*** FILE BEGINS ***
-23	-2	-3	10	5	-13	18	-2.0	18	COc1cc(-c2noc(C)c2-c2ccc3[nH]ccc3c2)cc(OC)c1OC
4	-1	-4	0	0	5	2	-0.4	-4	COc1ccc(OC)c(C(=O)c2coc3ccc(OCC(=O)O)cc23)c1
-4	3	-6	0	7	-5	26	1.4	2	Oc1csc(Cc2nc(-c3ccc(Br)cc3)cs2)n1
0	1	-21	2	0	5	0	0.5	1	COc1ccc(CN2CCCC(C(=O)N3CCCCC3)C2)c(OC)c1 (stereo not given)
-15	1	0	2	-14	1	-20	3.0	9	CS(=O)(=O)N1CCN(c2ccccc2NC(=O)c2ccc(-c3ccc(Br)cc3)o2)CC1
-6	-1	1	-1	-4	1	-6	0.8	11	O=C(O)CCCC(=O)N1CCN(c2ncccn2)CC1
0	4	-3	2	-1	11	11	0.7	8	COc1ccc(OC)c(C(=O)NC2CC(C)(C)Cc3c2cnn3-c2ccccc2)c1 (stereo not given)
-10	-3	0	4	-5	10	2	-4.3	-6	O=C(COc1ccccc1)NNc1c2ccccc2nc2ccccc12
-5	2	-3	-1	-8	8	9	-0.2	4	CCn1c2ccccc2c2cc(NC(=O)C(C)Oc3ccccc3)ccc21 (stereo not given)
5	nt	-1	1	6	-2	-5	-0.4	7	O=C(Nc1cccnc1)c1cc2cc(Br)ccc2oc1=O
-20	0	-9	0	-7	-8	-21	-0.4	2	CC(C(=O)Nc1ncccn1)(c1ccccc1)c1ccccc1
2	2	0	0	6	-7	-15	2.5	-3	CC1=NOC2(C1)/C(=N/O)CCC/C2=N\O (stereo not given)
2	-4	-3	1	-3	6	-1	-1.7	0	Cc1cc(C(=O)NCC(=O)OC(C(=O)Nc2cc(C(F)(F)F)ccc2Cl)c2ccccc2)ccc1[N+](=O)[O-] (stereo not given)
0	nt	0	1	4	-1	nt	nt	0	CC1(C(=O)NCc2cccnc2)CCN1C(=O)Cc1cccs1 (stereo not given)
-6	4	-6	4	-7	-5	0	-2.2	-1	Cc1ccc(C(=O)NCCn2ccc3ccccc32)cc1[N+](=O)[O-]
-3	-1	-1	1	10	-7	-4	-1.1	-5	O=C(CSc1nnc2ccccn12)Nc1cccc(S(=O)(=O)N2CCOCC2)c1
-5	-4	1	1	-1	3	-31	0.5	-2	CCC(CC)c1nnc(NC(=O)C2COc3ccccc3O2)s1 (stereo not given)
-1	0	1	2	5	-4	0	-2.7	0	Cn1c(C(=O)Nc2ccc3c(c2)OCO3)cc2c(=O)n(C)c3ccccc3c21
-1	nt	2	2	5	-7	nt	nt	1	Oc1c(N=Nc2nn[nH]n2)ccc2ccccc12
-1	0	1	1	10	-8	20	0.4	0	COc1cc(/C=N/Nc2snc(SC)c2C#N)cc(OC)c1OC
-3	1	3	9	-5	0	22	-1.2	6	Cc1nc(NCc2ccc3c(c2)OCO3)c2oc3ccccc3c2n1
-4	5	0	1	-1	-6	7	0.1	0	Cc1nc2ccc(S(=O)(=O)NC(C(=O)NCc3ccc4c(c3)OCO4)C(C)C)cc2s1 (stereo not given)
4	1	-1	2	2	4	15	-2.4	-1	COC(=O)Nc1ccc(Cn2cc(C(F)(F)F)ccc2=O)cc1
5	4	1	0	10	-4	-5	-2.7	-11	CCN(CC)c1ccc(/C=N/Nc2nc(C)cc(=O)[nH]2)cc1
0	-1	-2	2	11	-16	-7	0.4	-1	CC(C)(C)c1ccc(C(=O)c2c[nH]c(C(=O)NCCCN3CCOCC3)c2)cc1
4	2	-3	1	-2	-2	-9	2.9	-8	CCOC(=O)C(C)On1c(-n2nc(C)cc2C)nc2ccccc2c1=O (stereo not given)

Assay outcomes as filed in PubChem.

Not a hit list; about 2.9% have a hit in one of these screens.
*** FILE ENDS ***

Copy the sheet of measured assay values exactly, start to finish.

-23	-2	-3	10	5	-13	18	-2.0	18	COc1cc(-c2noc(C)c2-c2ccc3[nH]ccc3c2)cc(OC)c1OC
4	-1	-4	0	0	5	2	-0.4	-4	COc1ccc(OC)c(C(=O)c2coc3ccc(OCC(=O)O)cc23)c1
-4	3	-6	0	7	-5	26	1.4	2	Oc1csc(Cc2nc(-c3ccc(Br)cc3)cs2)n1
0	1	-21	2	0	5	0	0.5	1	COc1ccc(CN2CCCC(C(=O)N3CCCCC3)C2)c(OC)c1 (stereo not given)
-15	1	0	2	-14	1	-20	3.0	9	CS(=O)(=O)N1CCN(c2ccccc2NC(=O)c2ccc(-c3ccc(Br)cc3)o2)CC1
-6	-1	1	-1	-4	1	-6	0.8	11	O=C(O)CCCC(=O)N1CCN(c2ncccn2)CC1
0	4	-3	2	-1	11	11	0.7	8	COc1ccc(OC)c(C(=O)NC2CC(C)(C)Cc3c2cnn3-c2ccccc2)c1 (stereo not given)
-10	-3	0	4	-5	10	2	-4.3	-6	O=C(COc1ccccc1)NNc1c2ccccc2nc2ccccc12
-5	2	-3	-1	-8	8	9	-0.2	4	CCn1c2ccccc2c2cc(NC(=O)C(C)Oc3ccccc3)ccc21 (stereo not given)
5	nt	-1	1	6	-2	-5	-0.4	7	O=C(Nc1cccnc1)c1cc2cc(Br)ccc2oc1=O
-20	0	-9	0	-7	-8	-21	-0.4	2	CC(C(=O)Nc1ncccn1)(c1ccccc1)c1ccccc1
2	2	0	0	6	-7	-15	2.5	-3	CC1=NOC2(C1)/C(=N/O)CCC/C2=N\O (stereo not given)
2	-4	-3	1	-3	6	-1	-1.7	0	Cc1cc(C(=O)NCC(=O)OC(C(=O)Nc2cc(C(F)(F)F)ccc2Cl)c2ccccc2)ccc1[N+](=O)[O-] (stereo not given)
0	nt	0	1	4	-1	nt	nt	0	CC1(C(=O)NCc2cccnc2)CCN1C(=O)Cc1cccs1 (stereo not given)
-6	4	-6	4	-7	-5	0	-2.2	-1	Cc1ccc(C(=O)NCCn2ccc3ccccc32)cc1[N+](=O)[O-]
-3	-1	-1	1	10	-7	-4	-1.1	-5	O=C(CSc1nnc2ccccn12)Nc1cccc(S(=O)(=O)N2CCOCC2)c1
-5	-4	1	1	-1	3	-31	0.5	-2	CCC(CC)c1nnc(NC(=O)C2COc3ccccc3O2)s1 (stereo not given)
-1	0	1	2	5	-4	0	-2.7	0	Cn1c(C(=O)Nc2ccc3c(c2)OCO3)cc2c(=O)n(C)c3ccccc3c21
-1	nt	2	2	5	-7	nt	nt	1	Oc1c(N=Nc2nn[nH]n2)ccc2ccccc12
-1	0	1	1	10	-8	20	0.4	0	COc1cc(/C=N/Nc2snc(SC)c2C#N)cc(OC)c1OC
-3	1	3	9	-5	0	22	-1.2	6	Cc1nc(NCc2ccc3c(c2)OCO3)c2oc3ccccc3c2n1
-4	5	0	1	-1	-6	7	0.1	0	Cc1nc2ccc(S(=O)(=O)NC(C(=O)NCc3ccc4c(c3)OCO4)C(C)C)cc2s1 (stereo not given)
4	1	-1	2	2	4	15	-2.4	-1	COC(=O)Nc1ccc(Cn2cc(C(F)(F)F)ccc2=O)cc1
5	4	1	0	10	-4	-5	-2.7	-11	CCN(CC)c1ccc(/C=N/Nc2nc(C)cc(=O)[nH]2)cc1
0	-1	-2	2	11	-16	-7	0.4	-1	CC(C)(C)c1ccc(C(=O)c2c[nH]c(C(=O)NCCCN3CCOCC3)c2)cc1
4	2	-3	1	-2	-2	-9	2.9	-8	CCOC(=O)C(C)On1c(-n2nc(C)cc2C)nc2ccccc2c1=O (stereo not given)

Assay outcomes as filed in PubChem.

Not a hit list; about 2.9% have a hit in one of these screens.